I first encountered (the works of) David Foster Wallace in January 1997, in a big bookstore in New York. On a table there was a giant pile of copies of a giant book by the name of Infinite Jest. This was the edition in soft cover of the book that had come out in the previous year. The picture of the author, 34 years old at the time, the pure chutzpah of a writer at such an age putting out a 1079-page novel, the flood of reviews from all the important newspapers, and several sentences that I sampled at random from the book -- all these convinced me to buy it.

I don’t remember a lot from that first reading. I remember that it continued through some long nights. I remember superfluous pages, arcane descriptions, but I remember most of all excitement and amazement. I remember laughing out loud. What is certain is that the experience of reading Infinite Jest was enough to cause me to buy and read every word that Foster Wallace had published.

Infinite Jest is a funny novel, full of imagination and excitement, about a tennis academy in North America in the not-too-distant future (if I am not mistaken 2011, that is, 20 years from the time that the novel was written). It is also about Alcoholics Anonymous, Quebecois freedom fighters, differential equations and more. It is a parody of an America addicted -- to drugs, alcohol, sports, sex, entertainment and more, bubbling with humor and creative energy.

Infinite Jest tested the infinite possibilities of the novel.  Wallace broke down the format and put it back together again in unexpected ways.  He wrote sentences several pages in length.  He switched from style to style.  He turned the footnotes (which take up almost 100 pages of the 1079) from a tedious academic tool to a creative and sexy technique.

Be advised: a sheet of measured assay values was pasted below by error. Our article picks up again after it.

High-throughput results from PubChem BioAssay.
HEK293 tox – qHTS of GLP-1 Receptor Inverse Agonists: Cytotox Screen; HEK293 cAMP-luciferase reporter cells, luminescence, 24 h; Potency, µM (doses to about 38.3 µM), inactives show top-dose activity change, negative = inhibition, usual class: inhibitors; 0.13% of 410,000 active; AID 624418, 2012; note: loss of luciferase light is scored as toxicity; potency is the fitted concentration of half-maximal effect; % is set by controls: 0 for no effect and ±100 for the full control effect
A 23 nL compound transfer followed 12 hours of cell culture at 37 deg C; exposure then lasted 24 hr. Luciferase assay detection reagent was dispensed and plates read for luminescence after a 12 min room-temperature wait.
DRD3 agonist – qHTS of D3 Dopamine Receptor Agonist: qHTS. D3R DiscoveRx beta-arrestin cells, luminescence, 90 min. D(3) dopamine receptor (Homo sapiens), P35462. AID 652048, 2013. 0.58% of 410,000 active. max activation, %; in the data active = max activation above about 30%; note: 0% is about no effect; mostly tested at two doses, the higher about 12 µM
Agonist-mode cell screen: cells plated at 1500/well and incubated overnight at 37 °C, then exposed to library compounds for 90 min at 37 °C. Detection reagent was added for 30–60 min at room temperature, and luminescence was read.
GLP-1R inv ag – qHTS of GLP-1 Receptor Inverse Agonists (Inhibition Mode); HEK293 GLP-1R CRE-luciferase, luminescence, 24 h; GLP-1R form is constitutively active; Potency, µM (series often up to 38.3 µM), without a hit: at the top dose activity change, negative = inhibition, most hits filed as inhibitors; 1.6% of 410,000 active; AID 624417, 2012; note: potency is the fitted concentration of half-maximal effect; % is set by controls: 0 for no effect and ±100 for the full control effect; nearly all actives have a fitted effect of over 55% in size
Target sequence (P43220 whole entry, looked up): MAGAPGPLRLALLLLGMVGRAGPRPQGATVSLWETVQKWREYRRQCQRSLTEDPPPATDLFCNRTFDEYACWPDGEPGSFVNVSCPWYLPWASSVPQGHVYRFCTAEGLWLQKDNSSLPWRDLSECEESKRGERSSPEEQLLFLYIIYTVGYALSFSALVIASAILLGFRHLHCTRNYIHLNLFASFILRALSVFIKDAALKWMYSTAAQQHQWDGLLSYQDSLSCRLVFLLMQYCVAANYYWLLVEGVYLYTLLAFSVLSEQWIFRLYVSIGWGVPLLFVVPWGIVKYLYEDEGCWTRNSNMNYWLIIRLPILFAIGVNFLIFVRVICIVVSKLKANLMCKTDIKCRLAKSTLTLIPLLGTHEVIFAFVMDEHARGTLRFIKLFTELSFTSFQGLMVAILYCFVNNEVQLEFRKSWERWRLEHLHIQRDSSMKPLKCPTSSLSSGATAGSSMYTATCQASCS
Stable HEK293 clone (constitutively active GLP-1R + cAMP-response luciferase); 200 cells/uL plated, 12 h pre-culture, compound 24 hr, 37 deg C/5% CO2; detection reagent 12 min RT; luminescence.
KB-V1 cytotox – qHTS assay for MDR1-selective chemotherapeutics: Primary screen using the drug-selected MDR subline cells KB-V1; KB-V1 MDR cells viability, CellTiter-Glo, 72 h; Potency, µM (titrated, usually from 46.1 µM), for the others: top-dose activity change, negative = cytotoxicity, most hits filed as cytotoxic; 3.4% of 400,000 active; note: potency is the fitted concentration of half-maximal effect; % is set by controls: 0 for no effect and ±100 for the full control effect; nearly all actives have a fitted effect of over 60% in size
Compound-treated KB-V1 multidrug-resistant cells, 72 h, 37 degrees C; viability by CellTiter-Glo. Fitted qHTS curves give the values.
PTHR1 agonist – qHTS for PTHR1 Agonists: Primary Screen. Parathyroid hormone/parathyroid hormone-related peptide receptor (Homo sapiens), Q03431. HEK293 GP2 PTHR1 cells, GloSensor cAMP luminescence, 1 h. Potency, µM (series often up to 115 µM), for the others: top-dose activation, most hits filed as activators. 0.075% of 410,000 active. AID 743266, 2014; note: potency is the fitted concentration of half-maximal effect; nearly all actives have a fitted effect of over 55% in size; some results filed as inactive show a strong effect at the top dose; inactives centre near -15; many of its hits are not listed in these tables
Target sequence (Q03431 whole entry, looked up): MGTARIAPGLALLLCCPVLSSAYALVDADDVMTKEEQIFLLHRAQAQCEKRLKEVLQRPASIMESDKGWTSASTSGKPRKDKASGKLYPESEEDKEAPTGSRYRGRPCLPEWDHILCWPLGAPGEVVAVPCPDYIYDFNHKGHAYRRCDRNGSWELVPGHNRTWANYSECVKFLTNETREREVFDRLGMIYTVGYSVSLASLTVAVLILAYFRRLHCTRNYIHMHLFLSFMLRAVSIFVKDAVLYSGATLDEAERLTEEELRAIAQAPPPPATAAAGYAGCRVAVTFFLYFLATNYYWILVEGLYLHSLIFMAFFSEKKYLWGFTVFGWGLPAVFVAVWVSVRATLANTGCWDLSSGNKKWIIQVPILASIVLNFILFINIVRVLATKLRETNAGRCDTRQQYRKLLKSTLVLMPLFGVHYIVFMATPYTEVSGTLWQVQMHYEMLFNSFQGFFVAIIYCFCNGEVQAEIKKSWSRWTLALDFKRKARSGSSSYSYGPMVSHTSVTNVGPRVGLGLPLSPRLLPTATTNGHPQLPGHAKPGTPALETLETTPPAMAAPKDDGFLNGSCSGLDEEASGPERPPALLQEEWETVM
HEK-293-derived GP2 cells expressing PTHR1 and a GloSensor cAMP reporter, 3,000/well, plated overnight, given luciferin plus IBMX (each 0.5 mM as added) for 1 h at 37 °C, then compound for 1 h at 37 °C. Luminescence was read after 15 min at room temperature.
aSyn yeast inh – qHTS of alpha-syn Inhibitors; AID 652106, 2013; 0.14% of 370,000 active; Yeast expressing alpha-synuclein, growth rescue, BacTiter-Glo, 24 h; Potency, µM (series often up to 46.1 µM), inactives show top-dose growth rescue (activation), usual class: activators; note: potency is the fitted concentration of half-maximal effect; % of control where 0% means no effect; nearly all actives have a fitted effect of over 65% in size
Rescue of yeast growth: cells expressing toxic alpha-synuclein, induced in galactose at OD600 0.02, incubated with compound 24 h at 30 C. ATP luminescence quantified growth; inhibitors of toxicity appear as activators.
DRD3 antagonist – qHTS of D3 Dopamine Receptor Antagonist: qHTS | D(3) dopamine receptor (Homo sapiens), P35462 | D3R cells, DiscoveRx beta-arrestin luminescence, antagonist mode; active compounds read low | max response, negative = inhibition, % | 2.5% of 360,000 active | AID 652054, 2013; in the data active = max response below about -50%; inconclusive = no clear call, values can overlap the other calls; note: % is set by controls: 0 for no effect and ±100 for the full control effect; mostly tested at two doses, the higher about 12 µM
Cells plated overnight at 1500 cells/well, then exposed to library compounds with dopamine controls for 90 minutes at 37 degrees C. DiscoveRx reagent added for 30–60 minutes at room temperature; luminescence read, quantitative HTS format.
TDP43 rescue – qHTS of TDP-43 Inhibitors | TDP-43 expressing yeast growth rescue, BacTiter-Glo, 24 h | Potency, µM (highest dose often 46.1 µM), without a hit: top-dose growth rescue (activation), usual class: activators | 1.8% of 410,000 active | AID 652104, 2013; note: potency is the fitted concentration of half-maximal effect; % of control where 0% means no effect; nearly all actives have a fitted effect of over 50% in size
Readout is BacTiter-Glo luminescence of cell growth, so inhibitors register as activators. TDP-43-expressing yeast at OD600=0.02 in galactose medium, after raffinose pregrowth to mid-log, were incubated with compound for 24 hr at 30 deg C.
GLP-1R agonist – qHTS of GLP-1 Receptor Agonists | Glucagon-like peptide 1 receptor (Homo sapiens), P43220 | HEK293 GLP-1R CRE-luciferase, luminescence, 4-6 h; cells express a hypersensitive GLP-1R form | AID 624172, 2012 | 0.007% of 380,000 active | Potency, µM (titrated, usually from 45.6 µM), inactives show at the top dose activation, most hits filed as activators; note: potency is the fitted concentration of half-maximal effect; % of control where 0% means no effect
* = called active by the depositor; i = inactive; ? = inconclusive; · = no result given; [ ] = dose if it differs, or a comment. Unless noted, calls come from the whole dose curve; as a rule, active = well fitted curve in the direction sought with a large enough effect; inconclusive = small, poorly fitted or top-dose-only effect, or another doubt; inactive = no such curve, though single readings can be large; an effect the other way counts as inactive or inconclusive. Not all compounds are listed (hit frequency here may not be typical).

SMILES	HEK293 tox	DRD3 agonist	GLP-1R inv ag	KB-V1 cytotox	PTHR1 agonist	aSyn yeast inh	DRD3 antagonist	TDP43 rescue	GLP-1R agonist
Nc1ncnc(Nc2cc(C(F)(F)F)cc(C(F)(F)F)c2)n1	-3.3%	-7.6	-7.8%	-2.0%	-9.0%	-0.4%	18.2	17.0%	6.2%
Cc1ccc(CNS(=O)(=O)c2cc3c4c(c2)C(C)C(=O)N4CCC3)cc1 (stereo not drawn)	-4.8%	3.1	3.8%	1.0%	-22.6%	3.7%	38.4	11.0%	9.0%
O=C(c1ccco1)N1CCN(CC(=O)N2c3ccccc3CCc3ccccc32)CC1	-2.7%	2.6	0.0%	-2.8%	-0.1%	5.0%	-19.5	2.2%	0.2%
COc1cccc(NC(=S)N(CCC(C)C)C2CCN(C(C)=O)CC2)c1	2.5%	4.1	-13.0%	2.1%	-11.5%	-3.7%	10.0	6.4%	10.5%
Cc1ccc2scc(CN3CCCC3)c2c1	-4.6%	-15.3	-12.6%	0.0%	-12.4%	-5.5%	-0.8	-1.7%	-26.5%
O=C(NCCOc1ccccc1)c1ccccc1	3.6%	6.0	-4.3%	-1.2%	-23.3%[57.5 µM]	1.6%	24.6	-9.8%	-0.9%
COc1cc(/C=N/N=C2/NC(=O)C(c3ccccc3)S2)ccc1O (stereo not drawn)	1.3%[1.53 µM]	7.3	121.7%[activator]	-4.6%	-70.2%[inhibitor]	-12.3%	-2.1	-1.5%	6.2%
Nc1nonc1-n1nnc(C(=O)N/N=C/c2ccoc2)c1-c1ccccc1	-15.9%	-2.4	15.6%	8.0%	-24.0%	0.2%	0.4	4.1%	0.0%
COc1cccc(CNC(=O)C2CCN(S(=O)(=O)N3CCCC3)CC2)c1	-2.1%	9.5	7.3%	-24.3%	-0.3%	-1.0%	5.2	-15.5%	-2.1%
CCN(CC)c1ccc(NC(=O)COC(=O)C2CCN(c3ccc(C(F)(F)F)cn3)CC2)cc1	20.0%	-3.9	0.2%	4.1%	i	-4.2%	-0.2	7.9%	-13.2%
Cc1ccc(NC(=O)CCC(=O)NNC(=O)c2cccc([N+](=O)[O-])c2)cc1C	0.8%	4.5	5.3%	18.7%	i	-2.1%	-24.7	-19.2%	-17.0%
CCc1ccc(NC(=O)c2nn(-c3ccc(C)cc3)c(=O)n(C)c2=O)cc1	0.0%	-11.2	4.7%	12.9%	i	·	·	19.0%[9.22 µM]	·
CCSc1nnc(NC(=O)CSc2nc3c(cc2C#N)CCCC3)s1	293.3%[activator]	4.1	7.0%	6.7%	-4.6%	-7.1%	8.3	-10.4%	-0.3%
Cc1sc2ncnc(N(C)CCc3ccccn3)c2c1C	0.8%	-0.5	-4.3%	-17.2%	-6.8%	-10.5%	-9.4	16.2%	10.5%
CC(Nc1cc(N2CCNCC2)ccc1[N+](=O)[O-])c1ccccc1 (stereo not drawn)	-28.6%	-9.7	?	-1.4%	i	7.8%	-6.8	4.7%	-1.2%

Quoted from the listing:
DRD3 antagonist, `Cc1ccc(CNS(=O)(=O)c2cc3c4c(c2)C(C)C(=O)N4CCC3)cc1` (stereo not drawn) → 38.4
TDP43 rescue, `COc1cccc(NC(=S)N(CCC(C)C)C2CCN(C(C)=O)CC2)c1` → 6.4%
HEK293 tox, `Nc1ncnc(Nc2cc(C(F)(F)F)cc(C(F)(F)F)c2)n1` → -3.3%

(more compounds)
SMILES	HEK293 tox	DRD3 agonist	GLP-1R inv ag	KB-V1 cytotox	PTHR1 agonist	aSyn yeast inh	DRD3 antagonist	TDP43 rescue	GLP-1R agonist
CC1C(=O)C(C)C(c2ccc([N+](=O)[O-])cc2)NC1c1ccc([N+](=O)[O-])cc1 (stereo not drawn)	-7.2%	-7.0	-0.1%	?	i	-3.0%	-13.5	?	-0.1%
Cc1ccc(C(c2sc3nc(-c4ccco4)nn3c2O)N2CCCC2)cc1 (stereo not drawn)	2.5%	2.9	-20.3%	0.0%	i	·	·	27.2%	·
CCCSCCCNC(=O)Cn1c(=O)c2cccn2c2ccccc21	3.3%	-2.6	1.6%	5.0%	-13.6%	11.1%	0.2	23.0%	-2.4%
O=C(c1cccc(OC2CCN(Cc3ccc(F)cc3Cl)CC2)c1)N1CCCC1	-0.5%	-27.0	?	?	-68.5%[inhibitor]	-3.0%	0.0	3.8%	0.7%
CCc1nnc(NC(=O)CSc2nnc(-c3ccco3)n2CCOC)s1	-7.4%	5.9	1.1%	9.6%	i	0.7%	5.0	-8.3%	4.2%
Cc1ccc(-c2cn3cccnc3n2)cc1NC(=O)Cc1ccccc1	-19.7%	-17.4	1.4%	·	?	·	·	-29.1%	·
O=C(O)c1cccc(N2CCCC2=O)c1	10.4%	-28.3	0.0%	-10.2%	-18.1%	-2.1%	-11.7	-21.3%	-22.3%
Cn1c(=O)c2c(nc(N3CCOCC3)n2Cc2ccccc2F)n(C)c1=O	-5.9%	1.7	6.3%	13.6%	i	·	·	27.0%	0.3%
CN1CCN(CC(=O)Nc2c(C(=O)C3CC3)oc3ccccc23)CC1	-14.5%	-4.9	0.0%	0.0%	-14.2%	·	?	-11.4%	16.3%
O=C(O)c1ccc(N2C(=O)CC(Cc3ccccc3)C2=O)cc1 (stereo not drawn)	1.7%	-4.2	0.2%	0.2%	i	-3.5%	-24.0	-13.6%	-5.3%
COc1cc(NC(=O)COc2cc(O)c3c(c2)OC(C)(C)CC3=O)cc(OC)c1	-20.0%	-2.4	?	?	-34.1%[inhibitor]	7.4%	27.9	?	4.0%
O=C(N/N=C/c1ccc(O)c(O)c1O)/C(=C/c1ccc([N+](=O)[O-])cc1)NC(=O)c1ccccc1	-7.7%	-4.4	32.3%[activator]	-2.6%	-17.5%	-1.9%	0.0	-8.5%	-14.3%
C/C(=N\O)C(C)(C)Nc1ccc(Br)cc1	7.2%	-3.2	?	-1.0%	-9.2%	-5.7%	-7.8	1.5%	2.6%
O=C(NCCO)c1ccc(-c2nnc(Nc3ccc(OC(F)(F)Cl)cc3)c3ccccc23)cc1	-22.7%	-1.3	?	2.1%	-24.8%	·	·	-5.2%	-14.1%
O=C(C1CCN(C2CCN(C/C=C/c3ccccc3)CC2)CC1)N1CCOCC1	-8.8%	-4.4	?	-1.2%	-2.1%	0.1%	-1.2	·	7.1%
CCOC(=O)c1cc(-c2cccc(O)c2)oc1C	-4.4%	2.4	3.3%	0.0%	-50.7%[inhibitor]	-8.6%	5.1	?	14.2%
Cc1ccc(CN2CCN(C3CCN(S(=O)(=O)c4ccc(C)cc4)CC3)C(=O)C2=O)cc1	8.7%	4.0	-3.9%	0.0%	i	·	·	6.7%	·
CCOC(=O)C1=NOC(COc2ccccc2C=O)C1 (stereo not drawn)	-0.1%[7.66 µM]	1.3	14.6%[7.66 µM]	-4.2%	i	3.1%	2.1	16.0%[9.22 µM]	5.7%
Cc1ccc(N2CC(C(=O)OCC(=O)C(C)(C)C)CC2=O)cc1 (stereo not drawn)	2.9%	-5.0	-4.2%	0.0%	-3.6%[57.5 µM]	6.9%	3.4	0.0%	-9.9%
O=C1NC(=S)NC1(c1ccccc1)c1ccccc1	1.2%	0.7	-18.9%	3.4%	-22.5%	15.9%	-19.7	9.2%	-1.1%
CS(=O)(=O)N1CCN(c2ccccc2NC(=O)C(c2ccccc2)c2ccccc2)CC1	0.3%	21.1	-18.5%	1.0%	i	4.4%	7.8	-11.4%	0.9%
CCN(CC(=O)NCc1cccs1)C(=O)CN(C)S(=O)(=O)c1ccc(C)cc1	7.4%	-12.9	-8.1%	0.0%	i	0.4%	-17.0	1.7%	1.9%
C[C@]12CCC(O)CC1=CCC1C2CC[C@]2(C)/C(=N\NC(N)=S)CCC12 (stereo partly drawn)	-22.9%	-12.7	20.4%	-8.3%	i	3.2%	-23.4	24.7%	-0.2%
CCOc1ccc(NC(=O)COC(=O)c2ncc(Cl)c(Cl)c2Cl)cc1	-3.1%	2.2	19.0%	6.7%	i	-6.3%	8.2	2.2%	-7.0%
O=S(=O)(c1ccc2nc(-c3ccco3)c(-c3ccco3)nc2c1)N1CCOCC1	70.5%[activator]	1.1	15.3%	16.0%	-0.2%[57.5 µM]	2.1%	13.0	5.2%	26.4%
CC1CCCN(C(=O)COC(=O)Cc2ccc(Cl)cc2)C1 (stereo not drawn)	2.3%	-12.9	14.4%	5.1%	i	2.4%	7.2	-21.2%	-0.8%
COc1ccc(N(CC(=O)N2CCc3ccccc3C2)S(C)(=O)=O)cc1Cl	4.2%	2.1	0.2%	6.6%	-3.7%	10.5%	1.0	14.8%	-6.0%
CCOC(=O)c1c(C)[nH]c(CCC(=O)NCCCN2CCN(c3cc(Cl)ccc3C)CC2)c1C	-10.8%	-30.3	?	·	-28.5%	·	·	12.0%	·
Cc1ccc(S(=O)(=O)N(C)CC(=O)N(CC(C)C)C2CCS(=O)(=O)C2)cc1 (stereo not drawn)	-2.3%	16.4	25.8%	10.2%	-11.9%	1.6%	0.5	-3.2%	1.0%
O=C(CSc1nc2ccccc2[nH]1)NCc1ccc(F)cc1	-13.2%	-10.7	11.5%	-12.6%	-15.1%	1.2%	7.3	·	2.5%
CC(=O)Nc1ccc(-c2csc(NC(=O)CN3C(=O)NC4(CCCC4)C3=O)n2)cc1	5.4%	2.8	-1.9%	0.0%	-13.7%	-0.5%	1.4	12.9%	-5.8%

The contemporaries of Foster Wallace, like Jonathan Franzen (who was his best friend), Jeffrey Eugenides, Rick Moody, Michael Chabon and others, noticed these experiments , used them as a template, and refined them,  for novels which were more coherent, more accessible, and shorter, easier for people to buy and easier for literary juries to award prizes to. I would like to think that I too learned a thing or two from Infinite Jest, both in fiction and in experiential journalism.

Infinite Jest was to be his last novel**. He had published a novel before it, as well as a collection of short stories, and after it two more collections.  Although his rare talent was evident, the last story collections (Brief Interviews with Hideous Men and Oblivion) were uneven, and went in darker and gloomier directןons. They include, along  with flashes of brilliance, some absurd stories that were in part unreadable. Other than fiction, Foster Wallace, as noted, published a few collections of essays that had previously appeared in all of the important periodicals in the US.

He maintained that journalism was not suitable for his style (for example as a writer who does not believe in limitations of space and word count), but evidently he was wrong.  Among his brilliant essays there are profound analyses of cooking lobsters, tennis (he was a professional*** player at the youth level), mathematics, and a visit to the State Fair in Illinois, the place of his birth.****

Concerning the experience of watching the tennis player Roger Federer he wrote for the New York TImes, “It was impossible. It was like something out of ‘The Matrix.’ I don’t know what-all sounds were involved [rendered in Hebrew as “what sounds came out of my throat”], but my spouse says she hurried in and there was popcorn all over the couch and I was down on one knee and my eyeballs looked like novelty-shop eyeballs [rendered as “eyeballs from the all-for-a-dollar store”].”

David Foster Wallace was not the greatest or most successful writer of his generation.  But he was perhaps the most impressive.  Daring, intellectual, pure, uncompromising, exciting, and a comic genius. His experiments were a catalyst for many writers who were very distant from him.

Foster Wallace suffered from clinical depression.  Last summer he stopped using a particular medication because of severe side-effects, and from that point on his condition grew steadily worse. On Friday, September 12, he hanged himself.

*All quotations from DFW are given in the original English. The footnote from “Fun Thing” is from page 296 of the paperback edition.

**The Pale King was published posthumously in 2011.

***He was not a professional,but was a regional youth league player.

****Actually, he was born in Ithaca, N.Y., but was raised in Illinois.